Google Translate Disclaimer

A number of pages on the Government of Saskatchewan`s web site have been professionally translated in French. These translations are identified by a yellow text box that resembles the link below and can be found in the right hand rail of the page. The home page for French-language content on this site can be found here:

Renseignements en Français

Where an official translation is not available, Google™ Translate can be used. Google™ Translate is a free online language translation service that can translate text and web pages into different languages. Translations are made available to increase access to Government of Saskatchewan content for populations whose first language is not English.

The results of software-based translation do not approach the fluency of a native speaker or possess the skill of a professional translator. The translation should not be considered exact, and may include incorrect or offensive language Government of Saskatchewan does not warrant the accuracy, reliability or timeliness of any information translated by this system. Some files or items cannot be translated, including graphs, photos, and other file formats such as portable document formats (PDFs).

Any person or entities that rely on information obtained from the system does so at his or her own risk. Government of Saskatchewan is not responsible for any damage or issues that may possibly result from using translated website content. If you have any questions about Google™ Translate, please visit: Google™ Translate FAQs.

Steps for Resolving Occupational Health and Safety Concerns

When a safety concern arises, workers should:

  1. Contact their supervisor to discuss their safety concerns in an effort to resolve them. Supervisors should promptly investigate the concern and take any appropriate corrective action. If the supervisor can’t resolve the concern, he/she should contact the employer/manager about the concern.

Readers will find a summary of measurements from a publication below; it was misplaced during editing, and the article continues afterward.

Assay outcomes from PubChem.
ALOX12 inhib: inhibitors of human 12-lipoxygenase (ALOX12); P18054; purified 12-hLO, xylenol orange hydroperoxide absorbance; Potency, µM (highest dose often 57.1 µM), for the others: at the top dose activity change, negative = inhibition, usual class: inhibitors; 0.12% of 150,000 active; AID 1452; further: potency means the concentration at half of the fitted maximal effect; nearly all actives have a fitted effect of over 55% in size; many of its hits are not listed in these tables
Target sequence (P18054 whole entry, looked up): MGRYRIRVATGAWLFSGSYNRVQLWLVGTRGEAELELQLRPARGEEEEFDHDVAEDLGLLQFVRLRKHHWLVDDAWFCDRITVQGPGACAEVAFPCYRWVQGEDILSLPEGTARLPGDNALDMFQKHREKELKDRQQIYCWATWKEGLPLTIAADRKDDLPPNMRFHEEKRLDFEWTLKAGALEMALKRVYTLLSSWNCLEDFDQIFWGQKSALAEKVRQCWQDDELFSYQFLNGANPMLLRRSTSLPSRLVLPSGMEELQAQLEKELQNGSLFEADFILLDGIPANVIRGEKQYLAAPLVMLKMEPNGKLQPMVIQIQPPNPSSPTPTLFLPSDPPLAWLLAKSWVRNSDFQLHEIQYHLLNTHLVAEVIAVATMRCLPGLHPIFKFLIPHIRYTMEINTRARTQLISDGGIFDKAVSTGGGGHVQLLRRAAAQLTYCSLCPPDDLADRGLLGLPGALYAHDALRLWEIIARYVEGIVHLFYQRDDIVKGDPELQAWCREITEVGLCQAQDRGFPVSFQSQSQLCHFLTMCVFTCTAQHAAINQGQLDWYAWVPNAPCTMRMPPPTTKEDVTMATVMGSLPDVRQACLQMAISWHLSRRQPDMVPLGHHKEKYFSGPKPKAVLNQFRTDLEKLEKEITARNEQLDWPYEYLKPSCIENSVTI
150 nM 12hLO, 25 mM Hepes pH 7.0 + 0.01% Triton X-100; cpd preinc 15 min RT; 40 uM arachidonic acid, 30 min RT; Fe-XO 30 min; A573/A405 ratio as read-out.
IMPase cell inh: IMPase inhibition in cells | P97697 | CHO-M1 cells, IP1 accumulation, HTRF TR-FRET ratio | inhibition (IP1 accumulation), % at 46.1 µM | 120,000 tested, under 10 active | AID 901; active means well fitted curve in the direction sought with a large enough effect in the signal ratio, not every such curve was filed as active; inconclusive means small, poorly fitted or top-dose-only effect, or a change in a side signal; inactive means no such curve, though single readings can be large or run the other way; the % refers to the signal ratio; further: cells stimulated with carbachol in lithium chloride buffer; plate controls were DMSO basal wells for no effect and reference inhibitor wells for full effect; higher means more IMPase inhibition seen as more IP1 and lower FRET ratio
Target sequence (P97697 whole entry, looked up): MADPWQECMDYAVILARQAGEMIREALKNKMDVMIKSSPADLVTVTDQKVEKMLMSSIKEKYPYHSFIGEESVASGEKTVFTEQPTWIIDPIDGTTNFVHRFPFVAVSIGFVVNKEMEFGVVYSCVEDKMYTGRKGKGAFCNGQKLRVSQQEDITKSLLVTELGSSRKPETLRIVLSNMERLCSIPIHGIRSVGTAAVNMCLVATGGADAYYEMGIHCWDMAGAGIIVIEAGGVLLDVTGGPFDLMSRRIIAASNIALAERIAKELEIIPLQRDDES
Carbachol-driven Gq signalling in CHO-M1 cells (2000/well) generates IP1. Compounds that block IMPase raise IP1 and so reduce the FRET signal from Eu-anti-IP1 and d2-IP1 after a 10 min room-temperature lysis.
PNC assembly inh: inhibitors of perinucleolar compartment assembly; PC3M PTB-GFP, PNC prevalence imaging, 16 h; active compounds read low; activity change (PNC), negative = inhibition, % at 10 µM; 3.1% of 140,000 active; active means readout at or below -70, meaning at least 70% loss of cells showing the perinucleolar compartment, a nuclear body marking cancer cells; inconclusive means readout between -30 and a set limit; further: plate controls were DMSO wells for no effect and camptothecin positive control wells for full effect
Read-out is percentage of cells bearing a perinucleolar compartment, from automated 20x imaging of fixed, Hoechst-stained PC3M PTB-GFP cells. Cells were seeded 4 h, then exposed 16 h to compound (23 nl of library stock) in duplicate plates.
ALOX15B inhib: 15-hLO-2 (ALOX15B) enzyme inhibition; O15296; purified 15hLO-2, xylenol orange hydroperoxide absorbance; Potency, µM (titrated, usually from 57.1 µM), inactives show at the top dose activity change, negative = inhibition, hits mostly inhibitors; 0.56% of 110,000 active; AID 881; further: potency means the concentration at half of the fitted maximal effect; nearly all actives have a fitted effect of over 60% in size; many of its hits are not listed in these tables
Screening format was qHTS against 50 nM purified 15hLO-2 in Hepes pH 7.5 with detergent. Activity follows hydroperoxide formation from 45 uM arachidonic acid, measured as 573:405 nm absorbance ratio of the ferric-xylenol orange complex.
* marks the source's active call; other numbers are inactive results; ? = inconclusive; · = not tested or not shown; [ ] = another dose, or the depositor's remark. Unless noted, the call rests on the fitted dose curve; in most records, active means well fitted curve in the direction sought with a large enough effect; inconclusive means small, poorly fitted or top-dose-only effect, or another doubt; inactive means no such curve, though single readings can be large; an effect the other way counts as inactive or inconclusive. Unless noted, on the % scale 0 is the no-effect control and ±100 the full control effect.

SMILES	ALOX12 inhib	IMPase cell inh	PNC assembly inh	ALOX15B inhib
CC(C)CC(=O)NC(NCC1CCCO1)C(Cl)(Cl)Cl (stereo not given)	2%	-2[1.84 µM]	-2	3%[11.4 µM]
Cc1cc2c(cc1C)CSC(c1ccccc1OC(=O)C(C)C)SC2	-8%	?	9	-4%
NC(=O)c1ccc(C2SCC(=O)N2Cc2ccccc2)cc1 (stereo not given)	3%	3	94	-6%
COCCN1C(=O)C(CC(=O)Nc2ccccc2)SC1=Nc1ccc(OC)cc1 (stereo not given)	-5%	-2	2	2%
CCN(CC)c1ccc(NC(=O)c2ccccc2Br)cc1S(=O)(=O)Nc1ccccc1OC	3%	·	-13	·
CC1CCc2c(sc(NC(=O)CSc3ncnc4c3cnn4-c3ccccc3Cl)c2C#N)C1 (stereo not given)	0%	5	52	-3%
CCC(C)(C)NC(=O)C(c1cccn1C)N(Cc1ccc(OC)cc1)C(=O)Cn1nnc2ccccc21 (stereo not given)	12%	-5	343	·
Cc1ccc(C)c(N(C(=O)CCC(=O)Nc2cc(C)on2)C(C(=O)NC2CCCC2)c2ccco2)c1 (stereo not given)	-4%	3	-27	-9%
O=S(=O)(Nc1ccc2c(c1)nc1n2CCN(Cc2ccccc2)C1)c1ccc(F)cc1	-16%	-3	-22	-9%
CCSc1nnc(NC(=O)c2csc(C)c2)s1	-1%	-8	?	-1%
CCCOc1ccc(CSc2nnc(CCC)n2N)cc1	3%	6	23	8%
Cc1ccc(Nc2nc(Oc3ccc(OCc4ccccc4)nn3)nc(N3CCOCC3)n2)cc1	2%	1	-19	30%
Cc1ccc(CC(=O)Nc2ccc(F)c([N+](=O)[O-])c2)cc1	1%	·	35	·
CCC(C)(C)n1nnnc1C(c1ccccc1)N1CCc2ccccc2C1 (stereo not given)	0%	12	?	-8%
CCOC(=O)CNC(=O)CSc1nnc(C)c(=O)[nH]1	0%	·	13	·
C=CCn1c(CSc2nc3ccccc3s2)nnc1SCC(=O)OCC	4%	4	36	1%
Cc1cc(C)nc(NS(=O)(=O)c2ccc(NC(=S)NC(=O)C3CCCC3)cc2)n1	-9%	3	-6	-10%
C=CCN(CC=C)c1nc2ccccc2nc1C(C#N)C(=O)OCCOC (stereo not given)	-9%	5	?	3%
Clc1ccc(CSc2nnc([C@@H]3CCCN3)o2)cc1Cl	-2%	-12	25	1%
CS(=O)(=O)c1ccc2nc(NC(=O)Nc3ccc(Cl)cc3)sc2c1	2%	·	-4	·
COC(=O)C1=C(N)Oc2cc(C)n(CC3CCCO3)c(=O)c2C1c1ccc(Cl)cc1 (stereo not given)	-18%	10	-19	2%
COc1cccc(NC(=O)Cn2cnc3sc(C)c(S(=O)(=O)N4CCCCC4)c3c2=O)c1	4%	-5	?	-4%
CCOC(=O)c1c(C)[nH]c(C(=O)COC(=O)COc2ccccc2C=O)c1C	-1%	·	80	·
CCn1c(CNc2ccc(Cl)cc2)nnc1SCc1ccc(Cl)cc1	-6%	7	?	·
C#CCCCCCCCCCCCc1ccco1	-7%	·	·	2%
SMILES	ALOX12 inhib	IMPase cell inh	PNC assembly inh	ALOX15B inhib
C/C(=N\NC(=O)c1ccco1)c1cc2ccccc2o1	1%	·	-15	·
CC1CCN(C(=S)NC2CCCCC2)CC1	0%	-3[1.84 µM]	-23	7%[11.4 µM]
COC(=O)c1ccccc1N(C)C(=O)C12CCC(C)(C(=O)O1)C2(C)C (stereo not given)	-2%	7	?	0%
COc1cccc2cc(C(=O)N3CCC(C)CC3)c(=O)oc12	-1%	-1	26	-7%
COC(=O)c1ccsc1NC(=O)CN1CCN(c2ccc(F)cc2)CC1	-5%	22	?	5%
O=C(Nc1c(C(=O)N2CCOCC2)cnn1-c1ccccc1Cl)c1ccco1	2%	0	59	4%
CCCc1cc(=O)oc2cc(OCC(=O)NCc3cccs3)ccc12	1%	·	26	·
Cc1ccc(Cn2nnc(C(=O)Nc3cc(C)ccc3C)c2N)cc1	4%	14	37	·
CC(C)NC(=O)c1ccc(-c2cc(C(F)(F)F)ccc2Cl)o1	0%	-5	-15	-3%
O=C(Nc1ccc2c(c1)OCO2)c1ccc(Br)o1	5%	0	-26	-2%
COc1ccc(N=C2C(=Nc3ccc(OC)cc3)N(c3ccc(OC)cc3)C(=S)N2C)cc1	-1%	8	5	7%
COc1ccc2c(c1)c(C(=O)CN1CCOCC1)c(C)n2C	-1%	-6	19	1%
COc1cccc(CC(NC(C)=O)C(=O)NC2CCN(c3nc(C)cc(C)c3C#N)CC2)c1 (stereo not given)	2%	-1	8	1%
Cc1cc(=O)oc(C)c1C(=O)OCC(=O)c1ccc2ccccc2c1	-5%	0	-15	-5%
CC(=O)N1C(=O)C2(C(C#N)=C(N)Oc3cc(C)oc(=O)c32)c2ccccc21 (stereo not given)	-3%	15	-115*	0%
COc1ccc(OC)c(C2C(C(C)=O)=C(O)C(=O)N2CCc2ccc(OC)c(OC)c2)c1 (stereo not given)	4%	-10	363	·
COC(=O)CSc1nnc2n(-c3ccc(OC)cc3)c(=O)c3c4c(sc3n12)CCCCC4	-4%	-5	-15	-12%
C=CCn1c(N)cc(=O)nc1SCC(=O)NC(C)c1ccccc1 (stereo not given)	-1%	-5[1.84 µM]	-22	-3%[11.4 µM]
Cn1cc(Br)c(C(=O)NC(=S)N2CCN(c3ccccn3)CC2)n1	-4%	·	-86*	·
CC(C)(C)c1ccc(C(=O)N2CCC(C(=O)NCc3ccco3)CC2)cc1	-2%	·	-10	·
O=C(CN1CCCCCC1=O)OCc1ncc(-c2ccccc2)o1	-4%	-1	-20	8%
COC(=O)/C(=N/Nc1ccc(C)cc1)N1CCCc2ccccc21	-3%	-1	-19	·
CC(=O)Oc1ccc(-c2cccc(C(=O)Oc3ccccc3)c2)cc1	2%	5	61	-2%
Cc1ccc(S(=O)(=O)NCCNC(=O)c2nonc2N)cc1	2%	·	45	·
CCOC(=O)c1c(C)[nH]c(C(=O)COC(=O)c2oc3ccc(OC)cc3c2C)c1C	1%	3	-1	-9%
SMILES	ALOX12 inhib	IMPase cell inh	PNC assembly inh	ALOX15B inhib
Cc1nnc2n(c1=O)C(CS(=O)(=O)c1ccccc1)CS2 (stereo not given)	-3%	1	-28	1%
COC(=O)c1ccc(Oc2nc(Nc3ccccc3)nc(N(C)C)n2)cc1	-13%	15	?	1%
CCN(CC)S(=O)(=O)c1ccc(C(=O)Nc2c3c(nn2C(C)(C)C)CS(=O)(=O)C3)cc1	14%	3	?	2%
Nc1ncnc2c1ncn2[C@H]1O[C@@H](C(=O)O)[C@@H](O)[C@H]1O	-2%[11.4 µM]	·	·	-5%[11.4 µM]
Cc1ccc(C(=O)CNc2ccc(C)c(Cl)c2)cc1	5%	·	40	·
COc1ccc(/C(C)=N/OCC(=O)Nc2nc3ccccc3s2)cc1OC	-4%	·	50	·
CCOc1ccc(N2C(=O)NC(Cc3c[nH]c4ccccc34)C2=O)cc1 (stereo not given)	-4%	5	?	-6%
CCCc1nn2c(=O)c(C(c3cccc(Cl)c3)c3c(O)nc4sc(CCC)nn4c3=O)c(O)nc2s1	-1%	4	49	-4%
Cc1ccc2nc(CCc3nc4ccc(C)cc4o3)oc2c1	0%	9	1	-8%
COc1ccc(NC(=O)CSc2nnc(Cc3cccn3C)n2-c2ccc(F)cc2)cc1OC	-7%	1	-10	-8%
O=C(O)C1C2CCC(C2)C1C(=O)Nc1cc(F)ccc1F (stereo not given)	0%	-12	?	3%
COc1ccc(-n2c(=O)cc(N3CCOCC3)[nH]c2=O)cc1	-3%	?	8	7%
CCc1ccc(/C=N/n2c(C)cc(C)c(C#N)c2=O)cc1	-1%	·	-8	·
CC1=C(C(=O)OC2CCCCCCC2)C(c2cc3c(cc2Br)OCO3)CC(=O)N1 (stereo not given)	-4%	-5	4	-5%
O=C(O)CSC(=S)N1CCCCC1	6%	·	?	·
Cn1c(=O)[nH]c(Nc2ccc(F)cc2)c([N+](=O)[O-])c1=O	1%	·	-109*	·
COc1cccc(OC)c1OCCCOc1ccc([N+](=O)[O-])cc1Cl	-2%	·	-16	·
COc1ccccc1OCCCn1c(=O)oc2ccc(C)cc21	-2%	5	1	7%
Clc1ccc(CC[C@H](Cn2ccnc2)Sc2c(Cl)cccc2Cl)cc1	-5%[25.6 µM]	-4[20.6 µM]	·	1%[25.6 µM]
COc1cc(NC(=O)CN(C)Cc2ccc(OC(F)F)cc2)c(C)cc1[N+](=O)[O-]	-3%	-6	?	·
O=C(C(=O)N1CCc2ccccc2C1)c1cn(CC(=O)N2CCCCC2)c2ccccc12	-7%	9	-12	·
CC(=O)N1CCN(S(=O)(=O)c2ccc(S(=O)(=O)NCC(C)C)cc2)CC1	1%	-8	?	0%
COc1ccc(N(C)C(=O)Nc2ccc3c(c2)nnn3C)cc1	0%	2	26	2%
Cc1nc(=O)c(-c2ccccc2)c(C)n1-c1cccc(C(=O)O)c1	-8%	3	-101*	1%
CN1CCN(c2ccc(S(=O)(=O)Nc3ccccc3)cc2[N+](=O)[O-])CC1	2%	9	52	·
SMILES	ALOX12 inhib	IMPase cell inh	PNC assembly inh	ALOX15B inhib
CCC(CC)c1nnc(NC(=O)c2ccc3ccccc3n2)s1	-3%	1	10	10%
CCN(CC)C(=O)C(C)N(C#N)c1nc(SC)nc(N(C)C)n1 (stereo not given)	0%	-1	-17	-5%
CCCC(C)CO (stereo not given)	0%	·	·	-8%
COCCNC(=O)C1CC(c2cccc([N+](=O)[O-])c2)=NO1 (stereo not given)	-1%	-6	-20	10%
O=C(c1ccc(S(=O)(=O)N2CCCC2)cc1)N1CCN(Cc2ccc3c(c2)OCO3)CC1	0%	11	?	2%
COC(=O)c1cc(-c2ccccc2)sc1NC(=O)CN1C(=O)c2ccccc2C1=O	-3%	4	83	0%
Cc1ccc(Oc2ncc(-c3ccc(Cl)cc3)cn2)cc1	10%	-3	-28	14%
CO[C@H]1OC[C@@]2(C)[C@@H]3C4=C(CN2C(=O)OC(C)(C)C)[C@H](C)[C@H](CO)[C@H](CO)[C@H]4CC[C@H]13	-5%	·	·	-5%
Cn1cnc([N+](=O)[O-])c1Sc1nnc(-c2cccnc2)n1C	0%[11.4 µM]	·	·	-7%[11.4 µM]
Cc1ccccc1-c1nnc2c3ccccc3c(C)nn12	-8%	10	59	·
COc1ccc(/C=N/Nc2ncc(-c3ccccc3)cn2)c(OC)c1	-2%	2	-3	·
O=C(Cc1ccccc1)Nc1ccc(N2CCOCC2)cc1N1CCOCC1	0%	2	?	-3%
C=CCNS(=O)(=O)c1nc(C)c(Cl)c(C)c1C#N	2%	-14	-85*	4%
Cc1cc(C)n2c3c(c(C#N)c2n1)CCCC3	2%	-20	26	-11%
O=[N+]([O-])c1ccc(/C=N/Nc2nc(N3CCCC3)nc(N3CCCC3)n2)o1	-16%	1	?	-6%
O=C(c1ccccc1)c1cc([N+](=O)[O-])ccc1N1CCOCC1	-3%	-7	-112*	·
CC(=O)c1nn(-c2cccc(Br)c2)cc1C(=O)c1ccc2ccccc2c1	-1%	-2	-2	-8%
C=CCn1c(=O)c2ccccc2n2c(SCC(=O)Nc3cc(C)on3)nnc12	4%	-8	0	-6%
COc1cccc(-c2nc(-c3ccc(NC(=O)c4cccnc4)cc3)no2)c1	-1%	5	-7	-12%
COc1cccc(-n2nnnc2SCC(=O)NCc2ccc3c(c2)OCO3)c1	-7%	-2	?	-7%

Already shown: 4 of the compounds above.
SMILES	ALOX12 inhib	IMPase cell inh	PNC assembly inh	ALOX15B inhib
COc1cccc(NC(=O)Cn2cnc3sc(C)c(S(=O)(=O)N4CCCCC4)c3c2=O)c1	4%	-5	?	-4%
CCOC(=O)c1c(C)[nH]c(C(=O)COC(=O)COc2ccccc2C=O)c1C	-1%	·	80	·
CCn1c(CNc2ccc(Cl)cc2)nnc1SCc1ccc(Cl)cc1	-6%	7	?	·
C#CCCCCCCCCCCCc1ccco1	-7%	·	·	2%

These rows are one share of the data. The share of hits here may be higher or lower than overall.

2. If the issue can’t be resolved between the worker and supervisor, or the supervisor refuses to address the issue, workers should contact their Occupational Health Committee or Occupational Health and Safety Representative. The committee should try to resolve the concern with the workers and the supervisor and employer/manager if necessary.
  3. If the issue cannot be resolved, contact the Occupational Health and Safety Division.  An occupational health and safety officer may be able to offer some advice/assistance to help resolve the problem.

When a committee identifies unsafe conditions at the workplace, they should:

  • Provide written a notice about the unsafe condition(s) and their recommended corrective action(s) to the employer.

When employers receive the committee’s recommendations, they:

  • Are required to inform the committee/representative in writing of the actions they have taken or will take to correct the unsafe condition. Or, if the employer chooses not to correct the unsafe condition(s), they must give written reasons for this as well.
  • If, the employer did not accept the recommended corrective actions, the committee may need to find other suitable solutions for the unsafe condition(s).
  • If the issue cannot be resolved, an occupational health officer should be called. The officer will try to help both sides find an acceptable solution. If that is not possible, the officer will make a decision based on the requirements of The Saskatchewan Employment Act and regulations.

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